Ok, I never really understood vectors and I have write a program that uses a vector of Employee references to store the company’s payroll. My program will load the payroll by reading a file (employee.dat) that contains one employee’s information per line. Each line of the file will begin with a letter (S for salaried, H for hourly, C for commission, or B for base plus commission.) The fields on the remainder of the line will depend on the first letter of the line and will be separated by spaces. I didn't think you could use a vector of references but here is the code. Also, I need to know how to read it in from a file and to use the appropriate object. Should I use switch statements or else ifs? Remember, its just modifying it.

#include <iostream>
using std::cout;
using std::endl;
using std::fixed;

#include <iomanip>
using std::setprecision;
  
#include <vector>
using std::vector;

// include definitions of classes in Employee hierarchy
#include "Employee.h"
#include "SalariedEmployee.h" 
#include "HourlyEmployee.h"
#include "CommissionEmployee.h"  
#include "BasePlusCommissionEmployee.h" 

int main()
{
   // create derived-class objects
   SalariedEmployee salariedEmployee( 
      "John", "Smith", "111-11-1111", 800 );
   HourlyEmployee hourlyEmployee( 
      "Karen", "Price", "222-22-2222", 16.75, 40 );
   CommissionEmployee commissionEmployee( 
      "Sue", "Jones", "333-33-3333", 10000, .06 );
   BasePlusCommissionEmployee basePlusCommissionEmployee( 
      "Bob", "Lewis", "444-44-4444", 5000, .04, 300 );

   // create vector of four base-class pointers
   vector < Employee * > employees( 4 );

   // initialize vector with Employees
   employees[ 0 ] = &salariedEmployee;
   employees[ 1 ] = &hourlyEmployee;
   employees[ 2 ] = &commissionEmployee;
   employees[ 3 ] = &basePlusCommissionEmployee;

   return 0;
} // end main

These are all in there own header file associated with there name.

Employee( const string &, const string &, const string & );

//constructor definition
Employee::Employee( const string &first, const string &last,
   const string &ssn )
   : firstName( first ), lastName( last ), socialSecurityNumber( ssn )
{
   // empty body 
} // end Employee constructor
HourlyEmployee( const string &, const string &,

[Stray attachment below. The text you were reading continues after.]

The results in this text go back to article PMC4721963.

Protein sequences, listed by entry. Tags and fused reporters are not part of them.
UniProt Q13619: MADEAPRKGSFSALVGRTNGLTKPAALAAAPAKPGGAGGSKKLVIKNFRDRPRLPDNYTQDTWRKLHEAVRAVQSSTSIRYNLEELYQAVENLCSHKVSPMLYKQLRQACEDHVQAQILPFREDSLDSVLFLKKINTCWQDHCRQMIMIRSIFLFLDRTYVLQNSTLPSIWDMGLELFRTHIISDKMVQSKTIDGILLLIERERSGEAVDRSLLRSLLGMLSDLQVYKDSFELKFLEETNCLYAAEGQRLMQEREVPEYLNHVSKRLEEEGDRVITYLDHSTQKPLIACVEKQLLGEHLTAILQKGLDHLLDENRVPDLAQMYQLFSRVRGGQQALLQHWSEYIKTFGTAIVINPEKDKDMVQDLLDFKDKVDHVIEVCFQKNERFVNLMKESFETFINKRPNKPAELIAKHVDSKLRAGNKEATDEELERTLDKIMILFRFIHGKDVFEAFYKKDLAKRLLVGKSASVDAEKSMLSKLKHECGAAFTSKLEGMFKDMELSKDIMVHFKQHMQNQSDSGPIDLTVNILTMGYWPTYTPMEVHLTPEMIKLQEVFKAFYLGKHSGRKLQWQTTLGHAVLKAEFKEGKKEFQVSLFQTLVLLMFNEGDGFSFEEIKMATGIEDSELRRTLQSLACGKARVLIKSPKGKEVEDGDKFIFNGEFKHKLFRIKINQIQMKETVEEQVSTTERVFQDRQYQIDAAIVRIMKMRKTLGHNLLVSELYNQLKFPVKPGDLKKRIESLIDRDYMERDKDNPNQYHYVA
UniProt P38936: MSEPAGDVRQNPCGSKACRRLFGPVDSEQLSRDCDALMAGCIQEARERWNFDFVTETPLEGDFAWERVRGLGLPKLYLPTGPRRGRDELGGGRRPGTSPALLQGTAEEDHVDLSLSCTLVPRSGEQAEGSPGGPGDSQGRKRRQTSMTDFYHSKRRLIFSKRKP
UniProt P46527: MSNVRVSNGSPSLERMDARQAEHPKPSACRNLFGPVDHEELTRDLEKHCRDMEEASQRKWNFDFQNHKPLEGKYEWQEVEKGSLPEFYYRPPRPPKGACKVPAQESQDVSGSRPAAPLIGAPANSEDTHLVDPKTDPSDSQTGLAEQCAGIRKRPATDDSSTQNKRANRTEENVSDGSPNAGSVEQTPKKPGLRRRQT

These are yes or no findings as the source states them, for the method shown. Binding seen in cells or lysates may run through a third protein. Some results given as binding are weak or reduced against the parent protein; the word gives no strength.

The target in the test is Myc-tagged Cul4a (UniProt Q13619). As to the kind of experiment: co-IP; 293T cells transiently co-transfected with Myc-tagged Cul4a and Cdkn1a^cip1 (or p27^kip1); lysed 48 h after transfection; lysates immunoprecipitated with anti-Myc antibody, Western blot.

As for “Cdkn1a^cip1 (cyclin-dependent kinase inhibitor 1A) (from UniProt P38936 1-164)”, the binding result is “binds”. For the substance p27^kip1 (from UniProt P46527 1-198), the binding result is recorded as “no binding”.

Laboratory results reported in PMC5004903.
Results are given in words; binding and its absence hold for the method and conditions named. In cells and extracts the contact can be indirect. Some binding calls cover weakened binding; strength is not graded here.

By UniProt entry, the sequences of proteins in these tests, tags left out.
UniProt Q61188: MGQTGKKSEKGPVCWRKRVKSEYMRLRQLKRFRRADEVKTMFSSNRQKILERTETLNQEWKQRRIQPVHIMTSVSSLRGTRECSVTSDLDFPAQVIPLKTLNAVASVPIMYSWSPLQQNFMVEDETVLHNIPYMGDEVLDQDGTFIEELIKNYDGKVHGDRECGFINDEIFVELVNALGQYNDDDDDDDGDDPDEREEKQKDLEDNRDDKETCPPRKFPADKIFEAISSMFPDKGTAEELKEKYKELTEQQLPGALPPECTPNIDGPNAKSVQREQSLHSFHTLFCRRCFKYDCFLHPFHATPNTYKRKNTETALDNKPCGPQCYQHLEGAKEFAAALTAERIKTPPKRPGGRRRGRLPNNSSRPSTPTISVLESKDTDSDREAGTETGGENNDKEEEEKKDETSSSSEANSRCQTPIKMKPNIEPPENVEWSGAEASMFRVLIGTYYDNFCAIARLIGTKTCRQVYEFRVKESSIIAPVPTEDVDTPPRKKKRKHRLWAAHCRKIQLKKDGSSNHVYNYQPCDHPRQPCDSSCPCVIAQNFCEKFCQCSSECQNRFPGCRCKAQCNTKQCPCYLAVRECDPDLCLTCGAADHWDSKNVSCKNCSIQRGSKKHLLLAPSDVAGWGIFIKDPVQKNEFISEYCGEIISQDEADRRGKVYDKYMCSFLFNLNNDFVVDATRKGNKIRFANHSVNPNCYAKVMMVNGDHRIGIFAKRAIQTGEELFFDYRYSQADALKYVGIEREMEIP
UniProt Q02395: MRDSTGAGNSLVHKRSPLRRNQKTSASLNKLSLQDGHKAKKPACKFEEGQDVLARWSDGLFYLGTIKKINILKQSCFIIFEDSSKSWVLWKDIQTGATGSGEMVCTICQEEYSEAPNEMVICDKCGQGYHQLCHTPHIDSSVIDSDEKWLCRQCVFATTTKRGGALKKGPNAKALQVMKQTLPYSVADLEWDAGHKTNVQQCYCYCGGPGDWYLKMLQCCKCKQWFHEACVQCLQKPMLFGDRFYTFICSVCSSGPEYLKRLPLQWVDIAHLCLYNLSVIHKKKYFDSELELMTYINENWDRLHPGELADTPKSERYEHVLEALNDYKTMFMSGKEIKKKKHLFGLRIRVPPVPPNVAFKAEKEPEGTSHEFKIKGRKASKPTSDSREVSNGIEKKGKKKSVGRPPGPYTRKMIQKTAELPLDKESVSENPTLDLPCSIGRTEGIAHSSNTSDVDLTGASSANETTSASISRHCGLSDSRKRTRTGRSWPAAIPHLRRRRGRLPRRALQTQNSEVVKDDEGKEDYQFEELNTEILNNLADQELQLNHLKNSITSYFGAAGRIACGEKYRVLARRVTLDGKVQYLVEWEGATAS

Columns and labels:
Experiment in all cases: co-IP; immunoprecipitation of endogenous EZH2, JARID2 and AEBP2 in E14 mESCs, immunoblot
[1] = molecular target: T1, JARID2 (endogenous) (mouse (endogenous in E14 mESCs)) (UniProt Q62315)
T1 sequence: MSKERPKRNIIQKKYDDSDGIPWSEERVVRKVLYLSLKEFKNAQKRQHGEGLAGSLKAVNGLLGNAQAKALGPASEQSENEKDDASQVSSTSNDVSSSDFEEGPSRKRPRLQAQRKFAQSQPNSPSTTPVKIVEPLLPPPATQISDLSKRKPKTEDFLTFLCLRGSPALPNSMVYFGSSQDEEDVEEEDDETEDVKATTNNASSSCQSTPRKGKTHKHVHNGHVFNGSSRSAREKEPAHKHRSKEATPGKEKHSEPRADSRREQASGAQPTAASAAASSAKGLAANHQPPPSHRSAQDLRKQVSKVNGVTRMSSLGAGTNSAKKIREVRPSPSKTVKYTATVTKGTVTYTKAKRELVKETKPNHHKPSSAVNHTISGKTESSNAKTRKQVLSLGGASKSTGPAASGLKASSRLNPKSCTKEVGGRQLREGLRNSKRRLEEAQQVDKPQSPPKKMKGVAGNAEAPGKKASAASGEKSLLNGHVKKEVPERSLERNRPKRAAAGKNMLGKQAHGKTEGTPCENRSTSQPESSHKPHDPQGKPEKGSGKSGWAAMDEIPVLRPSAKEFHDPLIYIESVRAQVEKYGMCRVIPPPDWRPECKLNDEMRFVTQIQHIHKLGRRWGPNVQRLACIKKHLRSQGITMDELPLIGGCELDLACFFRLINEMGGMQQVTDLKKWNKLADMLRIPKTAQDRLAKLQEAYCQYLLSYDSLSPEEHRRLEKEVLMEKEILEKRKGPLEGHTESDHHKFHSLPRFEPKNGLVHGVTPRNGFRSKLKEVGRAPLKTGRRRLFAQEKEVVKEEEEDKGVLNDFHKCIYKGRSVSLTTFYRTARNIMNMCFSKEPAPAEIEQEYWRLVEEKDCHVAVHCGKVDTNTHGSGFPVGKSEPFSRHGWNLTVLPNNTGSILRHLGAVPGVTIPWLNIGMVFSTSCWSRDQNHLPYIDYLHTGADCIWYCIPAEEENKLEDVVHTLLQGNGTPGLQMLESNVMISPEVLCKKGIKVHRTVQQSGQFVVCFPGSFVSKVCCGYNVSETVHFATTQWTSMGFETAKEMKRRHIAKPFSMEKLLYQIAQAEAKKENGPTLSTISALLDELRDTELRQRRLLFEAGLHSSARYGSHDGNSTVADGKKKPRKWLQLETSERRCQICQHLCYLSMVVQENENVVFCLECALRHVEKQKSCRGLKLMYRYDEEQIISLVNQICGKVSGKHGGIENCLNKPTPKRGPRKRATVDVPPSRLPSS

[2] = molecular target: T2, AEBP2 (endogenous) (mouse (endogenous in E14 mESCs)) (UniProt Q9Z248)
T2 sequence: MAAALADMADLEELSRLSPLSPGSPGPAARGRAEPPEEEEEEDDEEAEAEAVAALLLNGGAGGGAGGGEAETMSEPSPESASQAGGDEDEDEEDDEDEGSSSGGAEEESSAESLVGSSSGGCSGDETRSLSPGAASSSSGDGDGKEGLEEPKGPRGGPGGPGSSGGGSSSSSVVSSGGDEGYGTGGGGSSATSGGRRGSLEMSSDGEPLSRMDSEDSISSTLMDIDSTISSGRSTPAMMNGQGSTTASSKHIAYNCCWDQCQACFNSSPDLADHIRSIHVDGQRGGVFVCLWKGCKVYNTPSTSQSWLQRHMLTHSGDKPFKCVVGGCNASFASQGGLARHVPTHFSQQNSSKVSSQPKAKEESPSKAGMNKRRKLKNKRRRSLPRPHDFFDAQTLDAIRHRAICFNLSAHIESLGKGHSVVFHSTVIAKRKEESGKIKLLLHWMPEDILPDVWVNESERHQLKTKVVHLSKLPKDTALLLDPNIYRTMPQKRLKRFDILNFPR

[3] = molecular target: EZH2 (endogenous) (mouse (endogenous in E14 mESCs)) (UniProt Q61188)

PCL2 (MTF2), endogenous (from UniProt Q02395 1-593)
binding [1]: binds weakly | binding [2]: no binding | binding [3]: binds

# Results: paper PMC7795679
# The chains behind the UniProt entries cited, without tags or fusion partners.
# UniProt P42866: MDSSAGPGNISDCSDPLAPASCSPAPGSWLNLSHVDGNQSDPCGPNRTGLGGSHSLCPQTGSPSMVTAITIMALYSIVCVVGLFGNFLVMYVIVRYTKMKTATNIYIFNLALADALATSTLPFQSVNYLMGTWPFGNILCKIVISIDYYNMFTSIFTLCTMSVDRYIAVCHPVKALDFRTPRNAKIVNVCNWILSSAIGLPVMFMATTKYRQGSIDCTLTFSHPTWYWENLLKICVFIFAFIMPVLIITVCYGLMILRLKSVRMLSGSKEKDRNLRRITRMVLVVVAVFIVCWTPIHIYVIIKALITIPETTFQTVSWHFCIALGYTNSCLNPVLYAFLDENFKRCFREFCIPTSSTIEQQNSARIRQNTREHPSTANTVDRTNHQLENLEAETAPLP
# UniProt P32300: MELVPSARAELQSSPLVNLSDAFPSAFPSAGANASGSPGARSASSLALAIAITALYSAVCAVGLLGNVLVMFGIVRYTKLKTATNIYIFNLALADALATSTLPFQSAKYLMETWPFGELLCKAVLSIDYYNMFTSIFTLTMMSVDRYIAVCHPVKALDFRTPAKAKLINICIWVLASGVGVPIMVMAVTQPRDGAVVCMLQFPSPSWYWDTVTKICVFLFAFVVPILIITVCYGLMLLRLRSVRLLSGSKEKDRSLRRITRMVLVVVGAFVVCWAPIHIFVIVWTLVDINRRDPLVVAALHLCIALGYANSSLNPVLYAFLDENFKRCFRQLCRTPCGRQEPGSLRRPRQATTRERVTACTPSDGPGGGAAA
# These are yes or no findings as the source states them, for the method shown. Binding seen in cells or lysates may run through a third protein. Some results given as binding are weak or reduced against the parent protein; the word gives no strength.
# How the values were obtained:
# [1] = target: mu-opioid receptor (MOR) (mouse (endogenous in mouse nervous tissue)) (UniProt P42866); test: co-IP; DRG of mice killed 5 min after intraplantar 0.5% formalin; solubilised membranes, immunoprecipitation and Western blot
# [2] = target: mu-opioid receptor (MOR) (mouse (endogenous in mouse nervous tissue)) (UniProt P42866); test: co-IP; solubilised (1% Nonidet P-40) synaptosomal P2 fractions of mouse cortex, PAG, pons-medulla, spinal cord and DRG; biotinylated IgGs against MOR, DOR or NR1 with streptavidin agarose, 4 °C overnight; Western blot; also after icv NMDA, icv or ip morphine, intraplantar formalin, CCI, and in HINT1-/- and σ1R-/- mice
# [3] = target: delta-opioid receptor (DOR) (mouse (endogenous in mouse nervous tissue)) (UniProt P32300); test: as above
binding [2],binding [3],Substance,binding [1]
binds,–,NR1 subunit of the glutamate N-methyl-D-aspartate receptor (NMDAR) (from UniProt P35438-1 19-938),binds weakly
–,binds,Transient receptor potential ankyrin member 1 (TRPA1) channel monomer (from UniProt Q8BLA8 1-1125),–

const string &, double = 0.0, double = 0.0 );

// constructor definition
HourlyEmployee::HourlyEmployee( const string &first, const string &last, 
   const string &ssn, double hourlyWage, double hoursWorked )
   : Employee( first, last, ssn )   
{
   setWage( hourlyWage ); // validate hourly wage
   setHours( hoursWorked ); // validate hours worked
} // end HourlyEmployee constructor
SalariedEmployee( const string &, const string &, 
      const string &, double = 0.0 );

// constructor definition
SalariedEmployee::SalariedEmployee( const string &first, 
   const string &last, const string &ssn, double salary )
   : Employee( first, last, ssn )
{ 
   setWeeklySalary( salary ); 
} // end SalariedEmployee constructor
CommissionEmployee( const string &, const string &,
      const string &, double = 0.0, double = 0.0 );

// constructor defintion
CommissionEmployee::CommissionEmployee( const string &first, 
   const string &last, const string &ssn, double sales, double rate )
   : Employee( first, last, ssn )  
{
   setGrossSales( sales );
   setCommissionRate( rate );
} // end CommissionEmployee constructor
BasePlusCommissionEmployee( const string &, const string &,
      const string &, double = 0.0, double = 0.0, double = 0.0 );

//constructor definition
BasePlusCommissionEmployee::BasePlusCommissionEmployee( 
   const string &first, const string &last, const string &ssn, 
   double sales, double rate, double salary )
   : CommissionEmployee( first, last, ssn, sales, rate )  
{
   setBaseSalary( salary ); // validate and store base salary
} // end BasePlusCommissionEmployee constructor

I'm guessing this guy was a bad instructor perhaps? No, my instructor isn't Ron, his name is Terry and he was a Software Engineer for 27 years.

1. You can't declare a vector of references in C++ (it's the other story why). Fortunately, I see a vector of POINTERS in you snippet. Feel the difference ;)
2. Why pointers in that case? Better define std::vector<SalariedEmployee> . Take on trust: it's much more better for you ;)
3. What's a problem? Read a file with getline(ifstream,string) line by line, check up the 1st char (with switch or if, it's a matter of taste), then attach the line to istringstream and extract field by field to SalariedEmployee object members then push_back result into the vector. That's all...

I'm guessing this guy was a bad instructor perhaps? No, my instructor isn't Ron, his name is Terry and he was a Software Engineer for 27 years.

By no means am I attempting to discredit any Instructor. The assignment is familiar to me - very similar to what I had to do in a C++ class.

-Alex

1. You can't declare a vector of references in C++ (it's the other story why). Fortunately, I see a vector of POINTERS in you snippet. Feel the difference ;)

Yeah I feel the difference lol.

2. Why pointers in that case? Better define std::vector<SalariedEmployee> . Take on trust: it's much more better for you ;)

I have to use Employee because it is the base class, so I can just use Employee instead of SalariedEmployee? Also, I didn't mention this but after my program has read in the file, it should go into a “query” mode. In this mode, it should prompt for a social security number to be located and the current month (as an integer). It should then search for a match of the SS number and retrieve the current earnings. In addition, if the employee’s birth month matches the current month, I will add a $100 birthday bonus to the earnings. Then I will display the employee’s name, birthdate, and earnings including any bonus. So I need to use pointers still correct?